As a small business owner it is sometimes tempting to want to pay a part time or sometime employee in cash. When you hire a shop girl to work 5 to 10 hours a week, it can seem like a big inconvenience to pay them by cheque with the proper source deductions calculated. So lets look at the pros and cons of this arrangement.
In this situation, a retail store owner has hired someone to work a few hours. They have been hired to do some cleaning in the showroom and some general office duties during the work week. The worker is making $11 per hour for a maximum of 10 hours per week. It may seem like an easy solution to just pull out $110 from your pocket to pay them at the end of the week. If you were to pay by cheque, you would need to deduct CPP, EI and income tax from the small amount of money they were going to take home. That might only leave them with $80 or so. Plus the time it takes to write the cheque, the possible cost associated with bank fees for writing the cheque, the accounting to record the payment, etc. There are many reasons why it’s just easier to pay cash.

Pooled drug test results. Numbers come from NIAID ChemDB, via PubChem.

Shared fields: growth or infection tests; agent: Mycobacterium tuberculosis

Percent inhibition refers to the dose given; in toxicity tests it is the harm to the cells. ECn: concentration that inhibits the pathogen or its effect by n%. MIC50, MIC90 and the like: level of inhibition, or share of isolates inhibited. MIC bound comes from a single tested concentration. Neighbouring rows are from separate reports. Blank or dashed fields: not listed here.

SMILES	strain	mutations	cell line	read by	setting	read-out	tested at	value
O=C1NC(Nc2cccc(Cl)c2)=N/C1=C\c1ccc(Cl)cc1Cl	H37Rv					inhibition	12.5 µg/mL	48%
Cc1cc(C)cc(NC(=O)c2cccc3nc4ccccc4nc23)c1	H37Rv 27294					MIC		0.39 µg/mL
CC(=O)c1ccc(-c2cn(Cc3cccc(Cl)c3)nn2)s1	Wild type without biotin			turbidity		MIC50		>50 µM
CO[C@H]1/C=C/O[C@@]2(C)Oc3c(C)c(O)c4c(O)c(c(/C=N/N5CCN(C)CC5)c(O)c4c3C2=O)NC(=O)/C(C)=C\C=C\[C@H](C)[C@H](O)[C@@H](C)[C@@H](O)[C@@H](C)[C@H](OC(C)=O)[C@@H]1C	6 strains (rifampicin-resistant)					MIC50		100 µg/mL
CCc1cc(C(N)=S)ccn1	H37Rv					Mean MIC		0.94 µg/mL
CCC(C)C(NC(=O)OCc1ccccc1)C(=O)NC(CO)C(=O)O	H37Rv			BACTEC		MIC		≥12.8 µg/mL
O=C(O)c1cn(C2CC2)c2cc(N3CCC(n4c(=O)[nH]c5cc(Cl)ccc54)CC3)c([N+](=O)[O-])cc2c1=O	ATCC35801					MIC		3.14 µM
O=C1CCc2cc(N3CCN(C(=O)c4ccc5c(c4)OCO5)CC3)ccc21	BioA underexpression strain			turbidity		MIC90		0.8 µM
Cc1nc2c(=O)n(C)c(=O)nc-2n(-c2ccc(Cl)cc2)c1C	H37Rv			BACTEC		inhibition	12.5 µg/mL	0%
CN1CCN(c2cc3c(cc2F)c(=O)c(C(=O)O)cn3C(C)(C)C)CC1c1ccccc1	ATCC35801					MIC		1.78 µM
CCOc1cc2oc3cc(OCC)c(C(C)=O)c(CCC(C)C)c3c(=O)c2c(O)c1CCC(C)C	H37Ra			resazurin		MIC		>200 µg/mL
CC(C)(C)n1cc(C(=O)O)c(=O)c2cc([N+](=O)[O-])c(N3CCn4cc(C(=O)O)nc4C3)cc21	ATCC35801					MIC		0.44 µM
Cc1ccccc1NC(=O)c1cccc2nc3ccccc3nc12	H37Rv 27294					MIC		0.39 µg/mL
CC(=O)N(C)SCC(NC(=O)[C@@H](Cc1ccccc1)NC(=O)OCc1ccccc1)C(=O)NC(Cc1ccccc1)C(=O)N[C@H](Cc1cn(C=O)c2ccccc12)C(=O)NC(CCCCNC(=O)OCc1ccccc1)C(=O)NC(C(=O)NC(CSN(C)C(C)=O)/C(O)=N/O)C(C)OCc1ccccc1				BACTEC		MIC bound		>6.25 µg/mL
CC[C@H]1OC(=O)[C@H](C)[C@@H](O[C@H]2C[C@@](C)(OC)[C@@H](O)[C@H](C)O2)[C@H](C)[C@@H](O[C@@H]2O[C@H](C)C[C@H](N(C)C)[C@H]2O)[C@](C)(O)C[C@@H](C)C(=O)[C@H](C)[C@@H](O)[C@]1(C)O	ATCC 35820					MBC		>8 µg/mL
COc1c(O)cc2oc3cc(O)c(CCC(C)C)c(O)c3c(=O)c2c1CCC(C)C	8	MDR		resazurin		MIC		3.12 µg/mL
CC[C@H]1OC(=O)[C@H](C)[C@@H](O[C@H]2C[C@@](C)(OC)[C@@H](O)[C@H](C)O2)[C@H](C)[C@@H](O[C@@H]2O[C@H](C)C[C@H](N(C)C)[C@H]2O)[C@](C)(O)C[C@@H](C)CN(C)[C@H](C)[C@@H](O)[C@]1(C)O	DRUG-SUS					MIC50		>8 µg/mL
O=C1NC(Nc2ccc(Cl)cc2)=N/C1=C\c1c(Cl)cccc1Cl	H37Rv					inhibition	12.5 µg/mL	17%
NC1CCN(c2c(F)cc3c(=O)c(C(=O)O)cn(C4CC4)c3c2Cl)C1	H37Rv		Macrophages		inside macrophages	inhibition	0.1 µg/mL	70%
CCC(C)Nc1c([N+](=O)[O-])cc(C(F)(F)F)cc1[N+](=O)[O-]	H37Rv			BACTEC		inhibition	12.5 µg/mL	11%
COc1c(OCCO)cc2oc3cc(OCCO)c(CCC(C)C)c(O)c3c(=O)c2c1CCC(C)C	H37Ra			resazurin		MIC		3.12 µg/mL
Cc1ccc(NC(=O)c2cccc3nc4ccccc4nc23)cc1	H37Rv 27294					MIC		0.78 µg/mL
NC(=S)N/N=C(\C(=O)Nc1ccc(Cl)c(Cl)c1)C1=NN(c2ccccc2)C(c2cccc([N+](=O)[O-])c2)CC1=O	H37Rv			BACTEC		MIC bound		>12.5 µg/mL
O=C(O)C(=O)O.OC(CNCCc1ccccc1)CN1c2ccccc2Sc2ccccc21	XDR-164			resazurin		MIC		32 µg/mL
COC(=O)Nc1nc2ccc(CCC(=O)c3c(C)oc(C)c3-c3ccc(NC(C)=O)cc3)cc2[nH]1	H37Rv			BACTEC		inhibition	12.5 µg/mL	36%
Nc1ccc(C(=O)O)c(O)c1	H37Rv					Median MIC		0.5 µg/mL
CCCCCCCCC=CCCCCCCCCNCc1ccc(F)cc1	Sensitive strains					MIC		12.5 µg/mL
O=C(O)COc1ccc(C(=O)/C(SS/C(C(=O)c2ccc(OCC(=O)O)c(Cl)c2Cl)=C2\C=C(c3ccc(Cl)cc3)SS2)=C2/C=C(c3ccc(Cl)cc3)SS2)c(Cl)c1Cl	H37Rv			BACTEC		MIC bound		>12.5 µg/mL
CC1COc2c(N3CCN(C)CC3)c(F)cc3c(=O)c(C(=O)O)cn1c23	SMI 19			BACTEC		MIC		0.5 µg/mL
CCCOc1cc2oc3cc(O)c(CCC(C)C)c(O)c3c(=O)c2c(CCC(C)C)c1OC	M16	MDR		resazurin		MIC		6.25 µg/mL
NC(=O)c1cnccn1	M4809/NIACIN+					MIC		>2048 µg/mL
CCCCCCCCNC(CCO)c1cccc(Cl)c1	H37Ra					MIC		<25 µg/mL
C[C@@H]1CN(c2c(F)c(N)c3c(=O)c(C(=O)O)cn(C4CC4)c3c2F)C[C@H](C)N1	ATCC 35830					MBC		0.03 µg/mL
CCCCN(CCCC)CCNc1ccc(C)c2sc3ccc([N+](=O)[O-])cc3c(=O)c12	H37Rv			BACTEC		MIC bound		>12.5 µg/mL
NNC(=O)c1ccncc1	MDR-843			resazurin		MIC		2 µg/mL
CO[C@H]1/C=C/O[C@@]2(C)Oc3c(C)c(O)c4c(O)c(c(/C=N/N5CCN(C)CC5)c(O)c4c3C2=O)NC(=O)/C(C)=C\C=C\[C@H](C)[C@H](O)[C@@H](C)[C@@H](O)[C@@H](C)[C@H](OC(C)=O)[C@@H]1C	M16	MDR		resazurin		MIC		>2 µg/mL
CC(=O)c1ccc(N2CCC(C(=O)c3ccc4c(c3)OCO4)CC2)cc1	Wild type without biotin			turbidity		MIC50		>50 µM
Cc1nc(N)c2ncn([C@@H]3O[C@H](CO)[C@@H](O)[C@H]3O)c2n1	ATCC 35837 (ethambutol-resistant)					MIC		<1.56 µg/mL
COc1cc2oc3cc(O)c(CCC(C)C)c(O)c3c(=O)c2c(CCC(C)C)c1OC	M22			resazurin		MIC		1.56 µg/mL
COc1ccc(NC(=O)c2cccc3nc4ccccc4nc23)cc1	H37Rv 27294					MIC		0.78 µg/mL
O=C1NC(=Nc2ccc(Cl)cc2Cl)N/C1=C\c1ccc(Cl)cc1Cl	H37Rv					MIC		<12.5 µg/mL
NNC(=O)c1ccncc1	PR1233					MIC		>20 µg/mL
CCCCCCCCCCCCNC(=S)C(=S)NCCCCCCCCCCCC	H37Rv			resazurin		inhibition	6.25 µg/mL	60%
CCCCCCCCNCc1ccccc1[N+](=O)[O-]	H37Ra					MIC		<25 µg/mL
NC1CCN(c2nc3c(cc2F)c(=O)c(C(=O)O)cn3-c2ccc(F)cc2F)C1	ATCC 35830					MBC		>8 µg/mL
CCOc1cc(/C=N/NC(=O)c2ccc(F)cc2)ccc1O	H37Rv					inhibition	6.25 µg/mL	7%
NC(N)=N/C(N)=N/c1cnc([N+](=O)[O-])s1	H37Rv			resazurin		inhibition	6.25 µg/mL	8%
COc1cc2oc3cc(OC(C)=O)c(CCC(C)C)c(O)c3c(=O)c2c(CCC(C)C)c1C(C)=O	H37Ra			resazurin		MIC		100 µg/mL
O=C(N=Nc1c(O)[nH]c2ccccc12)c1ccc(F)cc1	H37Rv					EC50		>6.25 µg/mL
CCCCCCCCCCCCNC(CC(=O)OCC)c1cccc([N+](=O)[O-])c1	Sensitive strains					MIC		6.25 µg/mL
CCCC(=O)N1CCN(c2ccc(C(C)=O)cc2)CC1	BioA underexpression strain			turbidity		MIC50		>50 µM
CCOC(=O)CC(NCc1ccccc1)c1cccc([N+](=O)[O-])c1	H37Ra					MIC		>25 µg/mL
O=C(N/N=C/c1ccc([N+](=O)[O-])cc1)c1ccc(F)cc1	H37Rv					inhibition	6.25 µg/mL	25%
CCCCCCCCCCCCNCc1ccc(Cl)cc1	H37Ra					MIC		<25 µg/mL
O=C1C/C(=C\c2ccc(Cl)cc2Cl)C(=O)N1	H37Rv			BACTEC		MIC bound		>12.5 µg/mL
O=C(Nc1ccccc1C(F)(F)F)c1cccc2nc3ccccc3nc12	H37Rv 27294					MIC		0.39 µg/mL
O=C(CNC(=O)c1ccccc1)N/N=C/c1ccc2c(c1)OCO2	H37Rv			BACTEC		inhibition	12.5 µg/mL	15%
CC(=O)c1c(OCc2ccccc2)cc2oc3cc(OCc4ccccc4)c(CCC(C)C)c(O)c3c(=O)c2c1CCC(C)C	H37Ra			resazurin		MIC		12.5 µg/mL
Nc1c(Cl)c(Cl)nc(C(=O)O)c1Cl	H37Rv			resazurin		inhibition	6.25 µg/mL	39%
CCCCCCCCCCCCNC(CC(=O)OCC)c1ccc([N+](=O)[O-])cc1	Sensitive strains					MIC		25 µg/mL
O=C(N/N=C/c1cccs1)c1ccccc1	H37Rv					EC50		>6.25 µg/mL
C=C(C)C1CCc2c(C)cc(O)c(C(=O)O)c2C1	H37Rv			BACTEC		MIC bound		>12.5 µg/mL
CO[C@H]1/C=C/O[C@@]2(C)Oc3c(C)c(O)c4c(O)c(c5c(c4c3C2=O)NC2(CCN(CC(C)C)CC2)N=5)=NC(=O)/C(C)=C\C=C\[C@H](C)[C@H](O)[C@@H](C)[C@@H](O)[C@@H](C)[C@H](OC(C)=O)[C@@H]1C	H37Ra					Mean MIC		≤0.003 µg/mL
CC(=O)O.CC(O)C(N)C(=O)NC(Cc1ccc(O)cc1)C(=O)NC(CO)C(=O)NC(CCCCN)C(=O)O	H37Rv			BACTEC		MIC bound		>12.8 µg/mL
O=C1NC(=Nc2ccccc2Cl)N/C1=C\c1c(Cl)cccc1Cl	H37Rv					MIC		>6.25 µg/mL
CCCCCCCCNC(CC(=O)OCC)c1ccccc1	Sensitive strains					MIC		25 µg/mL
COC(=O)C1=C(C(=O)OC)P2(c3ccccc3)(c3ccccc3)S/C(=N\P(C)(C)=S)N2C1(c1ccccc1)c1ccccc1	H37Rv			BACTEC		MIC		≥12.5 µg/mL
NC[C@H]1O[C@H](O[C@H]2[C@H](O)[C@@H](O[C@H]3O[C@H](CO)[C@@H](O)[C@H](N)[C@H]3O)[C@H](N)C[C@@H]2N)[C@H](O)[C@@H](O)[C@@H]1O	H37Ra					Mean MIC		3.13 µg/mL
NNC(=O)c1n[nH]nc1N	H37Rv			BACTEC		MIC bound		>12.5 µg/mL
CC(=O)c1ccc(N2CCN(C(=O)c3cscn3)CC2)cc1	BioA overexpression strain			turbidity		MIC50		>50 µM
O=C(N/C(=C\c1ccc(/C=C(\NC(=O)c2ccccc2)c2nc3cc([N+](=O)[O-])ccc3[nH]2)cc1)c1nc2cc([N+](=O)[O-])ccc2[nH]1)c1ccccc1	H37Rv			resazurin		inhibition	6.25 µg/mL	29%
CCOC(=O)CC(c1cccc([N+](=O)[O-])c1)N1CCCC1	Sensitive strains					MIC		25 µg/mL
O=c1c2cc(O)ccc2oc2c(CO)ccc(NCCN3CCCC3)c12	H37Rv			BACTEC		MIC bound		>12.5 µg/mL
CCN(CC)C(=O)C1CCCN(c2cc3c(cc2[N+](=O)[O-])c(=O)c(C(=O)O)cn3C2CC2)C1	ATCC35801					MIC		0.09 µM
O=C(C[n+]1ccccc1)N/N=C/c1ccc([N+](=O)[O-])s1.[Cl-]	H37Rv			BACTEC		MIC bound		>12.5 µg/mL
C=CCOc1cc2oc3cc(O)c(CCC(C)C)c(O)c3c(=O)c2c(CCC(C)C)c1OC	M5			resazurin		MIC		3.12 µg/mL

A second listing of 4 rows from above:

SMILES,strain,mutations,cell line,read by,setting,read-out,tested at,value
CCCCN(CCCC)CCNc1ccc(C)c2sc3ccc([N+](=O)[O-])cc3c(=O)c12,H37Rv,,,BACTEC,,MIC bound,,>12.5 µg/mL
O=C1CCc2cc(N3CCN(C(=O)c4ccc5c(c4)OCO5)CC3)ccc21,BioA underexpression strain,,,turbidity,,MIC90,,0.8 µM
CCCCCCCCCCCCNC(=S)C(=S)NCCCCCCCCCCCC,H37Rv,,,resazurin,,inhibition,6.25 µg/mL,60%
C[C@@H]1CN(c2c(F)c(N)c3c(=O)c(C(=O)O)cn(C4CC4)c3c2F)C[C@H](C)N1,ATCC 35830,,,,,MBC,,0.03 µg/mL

The downside to this situation comes in 2 parts. The first is, as a business owner if you pull this cash out of your pocket (in a literal sense), you are essentially paying this person out of your after tax dollars. This means it is the same as paying them out of the money that was from your income. If you have a retail shop where there are cash transactions and you pull the cash out of the till, you are essentially doing the same thing. When you use petty cash to pay someone in this way, there isn’t any receipt or invoice to justify the cash that went out. So, you guessed it, the cash will be attributed to your income. Depending on your situation, you may be in a higher tax bracket than this part time employee. So you will pay more tax on this money than the employee would have if you had paid them by cheque.
It is possible to pay them in cash and record the transaction with a signed receipt from the business in order to issue the employee a T4A at the end of the year. In this case, they are still responsible for paying the taxes on their earned income. The transaction is not attributed to your income which means you won’t be pushed into a higher tax bracket. As a caution, there are strict rules on whether someone is self employed or an employee. This is something you should discuss with your accountant before making any payments.
Do you have part time or some time employees that you pay in cash? Do you pay everyone by cheque with all the proper deductions? Wondering which situation would best suit your needs? Call (905) 272-4000 to schedule a FREE consultation.